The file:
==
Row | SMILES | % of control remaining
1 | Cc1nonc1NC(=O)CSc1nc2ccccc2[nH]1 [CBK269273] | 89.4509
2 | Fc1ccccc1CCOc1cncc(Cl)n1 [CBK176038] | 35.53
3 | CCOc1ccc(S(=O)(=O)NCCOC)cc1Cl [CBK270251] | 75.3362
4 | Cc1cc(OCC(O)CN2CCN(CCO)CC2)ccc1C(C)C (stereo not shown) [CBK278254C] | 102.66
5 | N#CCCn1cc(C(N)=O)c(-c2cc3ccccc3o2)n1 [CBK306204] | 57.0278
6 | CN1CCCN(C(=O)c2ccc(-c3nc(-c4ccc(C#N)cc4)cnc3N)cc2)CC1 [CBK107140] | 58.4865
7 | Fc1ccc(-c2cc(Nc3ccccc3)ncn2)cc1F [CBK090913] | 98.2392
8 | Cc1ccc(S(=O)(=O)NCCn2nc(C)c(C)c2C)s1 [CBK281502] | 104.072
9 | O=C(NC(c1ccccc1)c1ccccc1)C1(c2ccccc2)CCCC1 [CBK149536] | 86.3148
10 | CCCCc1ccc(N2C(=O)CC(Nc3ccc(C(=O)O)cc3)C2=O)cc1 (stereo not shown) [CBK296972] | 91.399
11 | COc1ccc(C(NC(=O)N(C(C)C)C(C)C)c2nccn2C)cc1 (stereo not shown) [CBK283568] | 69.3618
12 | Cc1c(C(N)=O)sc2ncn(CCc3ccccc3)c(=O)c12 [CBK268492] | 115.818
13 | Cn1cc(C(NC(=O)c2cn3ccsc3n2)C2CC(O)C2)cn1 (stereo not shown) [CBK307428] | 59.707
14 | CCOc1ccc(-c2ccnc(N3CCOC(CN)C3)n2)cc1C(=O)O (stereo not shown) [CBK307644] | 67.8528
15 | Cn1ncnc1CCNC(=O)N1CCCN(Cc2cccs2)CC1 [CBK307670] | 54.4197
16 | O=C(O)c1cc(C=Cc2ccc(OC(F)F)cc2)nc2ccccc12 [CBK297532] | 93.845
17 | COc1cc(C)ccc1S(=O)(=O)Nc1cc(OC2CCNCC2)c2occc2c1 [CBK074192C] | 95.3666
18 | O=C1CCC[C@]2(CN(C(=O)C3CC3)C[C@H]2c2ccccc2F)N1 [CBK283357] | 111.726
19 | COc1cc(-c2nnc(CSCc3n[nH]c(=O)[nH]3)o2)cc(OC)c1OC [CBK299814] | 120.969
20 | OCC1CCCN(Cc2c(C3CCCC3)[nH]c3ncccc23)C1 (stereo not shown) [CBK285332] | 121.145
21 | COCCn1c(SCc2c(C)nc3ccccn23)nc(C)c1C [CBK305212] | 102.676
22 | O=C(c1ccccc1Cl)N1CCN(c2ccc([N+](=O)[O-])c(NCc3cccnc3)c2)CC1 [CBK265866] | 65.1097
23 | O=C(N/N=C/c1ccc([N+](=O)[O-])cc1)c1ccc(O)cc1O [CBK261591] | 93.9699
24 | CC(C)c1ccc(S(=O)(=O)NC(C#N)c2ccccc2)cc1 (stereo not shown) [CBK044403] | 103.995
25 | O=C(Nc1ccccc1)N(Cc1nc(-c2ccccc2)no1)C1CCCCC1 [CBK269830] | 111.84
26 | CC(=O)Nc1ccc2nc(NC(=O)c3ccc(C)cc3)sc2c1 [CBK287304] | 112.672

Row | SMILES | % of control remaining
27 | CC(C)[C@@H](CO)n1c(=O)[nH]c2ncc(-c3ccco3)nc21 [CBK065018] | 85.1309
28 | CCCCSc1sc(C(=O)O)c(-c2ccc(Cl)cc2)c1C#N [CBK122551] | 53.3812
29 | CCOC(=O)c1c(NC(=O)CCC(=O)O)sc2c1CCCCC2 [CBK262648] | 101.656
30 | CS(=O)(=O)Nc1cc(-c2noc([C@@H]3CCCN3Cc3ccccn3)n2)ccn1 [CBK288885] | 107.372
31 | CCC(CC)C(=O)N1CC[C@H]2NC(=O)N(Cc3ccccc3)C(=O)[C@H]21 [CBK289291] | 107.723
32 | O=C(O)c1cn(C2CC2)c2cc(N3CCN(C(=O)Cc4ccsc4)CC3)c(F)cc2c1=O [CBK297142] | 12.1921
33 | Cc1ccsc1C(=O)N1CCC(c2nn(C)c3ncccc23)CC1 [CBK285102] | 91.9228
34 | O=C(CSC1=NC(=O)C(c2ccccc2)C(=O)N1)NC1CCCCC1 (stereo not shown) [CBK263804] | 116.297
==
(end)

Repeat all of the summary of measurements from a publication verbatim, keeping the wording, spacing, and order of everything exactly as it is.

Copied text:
Row | SMILES | % of control remaining
1 | Cc1nonc1NC(=O)CSc1nc2ccccc2[nH]1 [CBK269273] | 89.4509
2 | Fc1ccccc1CCOc1cncc(Cl)n1 [CBK176038] | 35.53
3 | CCOc1ccc(S(=O)(=O)NCCOC)cc1Cl [CBK270251] | 75.3362
4 | Cc1cc(OCC(O)CN2CCN(CCO)CC2)ccc1C(C)C (stereo not shown) [CBK278254C] | 102.66
5 | N#CCCn1cc(C(N)=O)c(-c2cc3ccccc3o2)n1 [CBK306204] | 57.0278
6 | CN1CCCN(C(=O)c2ccc(-c3nc(-c4ccc(C#N)cc4)cnc3N)cc2)CC1 [CBK107140] | 58.4865
7 | Fc1ccc(-c2cc(Nc3ccccc3)ncn2)cc1F [CBK090913] | 98.2392
8 | Cc1ccc(S(=O)(=O)NCCn2nc(C)c(C)c2C)s1 [CBK281502] | 104.072
9 | O=C(NC(c1ccccc1)c1ccccc1)C1(c2ccccc2)CCCC1 [CBK149536] | 86.3148
10 | CCCCc1ccc(N2C(=O)CC(Nc3ccc(C(=O)O)cc3)C2=O)cc1 (stereo not shown) [CBK296972] | 91.399
11 | COc1ccc(C(NC(=O)N(C(C)C)C(C)C)c2nccn2C)cc1 (stereo not shown) [CBK283568] | 69.3618
12 | Cc1c(C(N)=O)sc2ncn(CCc3ccccc3)c(=O)c12 [CBK268492] | 115.818
13 | Cn1cc(C(NC(=O)c2cn3ccsc3n2)C2CC(O)C2)cn1 (stereo not shown) [CBK307428] | 59.707
14 | CCOc1ccc(-c2ccnc(N3CCOC(CN)C3)n2)cc1C(=O)O (stereo not shown) [CBK307644] | 67.8528
15 | Cn1ncnc1CCNC(=O)N1CCCN(Cc2cccs2)CC1 [CBK307670] | 54.4197
16 | O=C(O)c1cc(C=Cc2ccc(OC(F)F)cc2)nc2ccccc12 [CBK297532] | 93.845
17 | COc1cc(C)ccc1S(=O)(=O)Nc1cc(OC2CCNCC2)c2occc2c1 [CBK074192C] | 95.3666
18 | O=C1CCC[C@]2(CN(C(=O)C3CC3)C[C@H]2c2ccccc2F)N1 [CBK283357] | 111.726
19 | COc1cc(-c2nnc(CSCc3n[nH]c(=O)[nH]3)o2)cc(OC)c1OC [CBK299814] | 120.969
20 | OCC1CCCN(Cc2c(C3CCCC3)[nH]c3ncccc23)C1 (stereo not shown) [CBK285332] | 121.145
21 | COCCn1c(SCc2c(C)nc3ccccn23)nc(C)c1C [CBK305212] | 102.676
22 | O=C(c1ccccc1Cl)N1CCN(c2ccc([N+](=O)[O-])c(NCc3cccnc3)c2)CC1 [CBK265866] | 65.1097
23 | O=C(N/N=C/c1ccc([N+](=O)[O-])cc1)c1ccc(O)cc1O [CBK261591] | 93.9699
24 | CC(C)c1ccc(S(=O)(=O)NC(C#N)c2ccccc2)cc1 (stereo not shown) [CBK044403] | 103.995
25 | O=C(Nc1ccccc1)N(Cc1nc(-c2ccccc2)no1)C1CCCCC1 [CBK269830] | 111.84
26 | CC(=O)Nc1ccc2nc(NC(=O)c3ccc(C)cc3)sc2c1 [CBK287304] | 112.672

Row | SMILES | % of control remaining
27 | CC(C)[C@@H](CO)n1c(=O)[nH]c2ncc(-c3ccco3)nc21 [CBK065018] | 85.1309
28 | CCCCSc1sc(C(=O)O)c(-c2ccc(Cl)cc2)c1C#N [CBK122551] | 53.3812
29 | CCOC(=O)c1c(NC(=O)CCC(=O)O)sc2c1CCCCC2 [CBK262648] | 101.656
30 | CS(=O)(=O)Nc1cc(-c2noc([C@@H]3CCCN3Cc3ccccn3)n2)ccn1 [CBK288885] | 107.372
31 | CCC(CC)C(=O)N1CC[C@H]2NC(=O)N(Cc3ccccc3)C(=O)[C@H]21 [CBK289291] | 107.723
32 | O=C(O)c1cn(C2CC2)c2cc(N3CCN(C(=O)Cc4ccsc4)CC3)c(F)cc2c1=O [CBK297142] | 12.1921
33 | Cc1ccsc1C(=O)N1CCC(c2nn(C)c3ncccc23)CC1 [CBK285102] | 91.9228
34 | O=C(CSC1=NC(=O)C(c2ccccc2)C(=O)N1)NC1CCCCC1 (stereo not shown) [CBK263804] | 116.297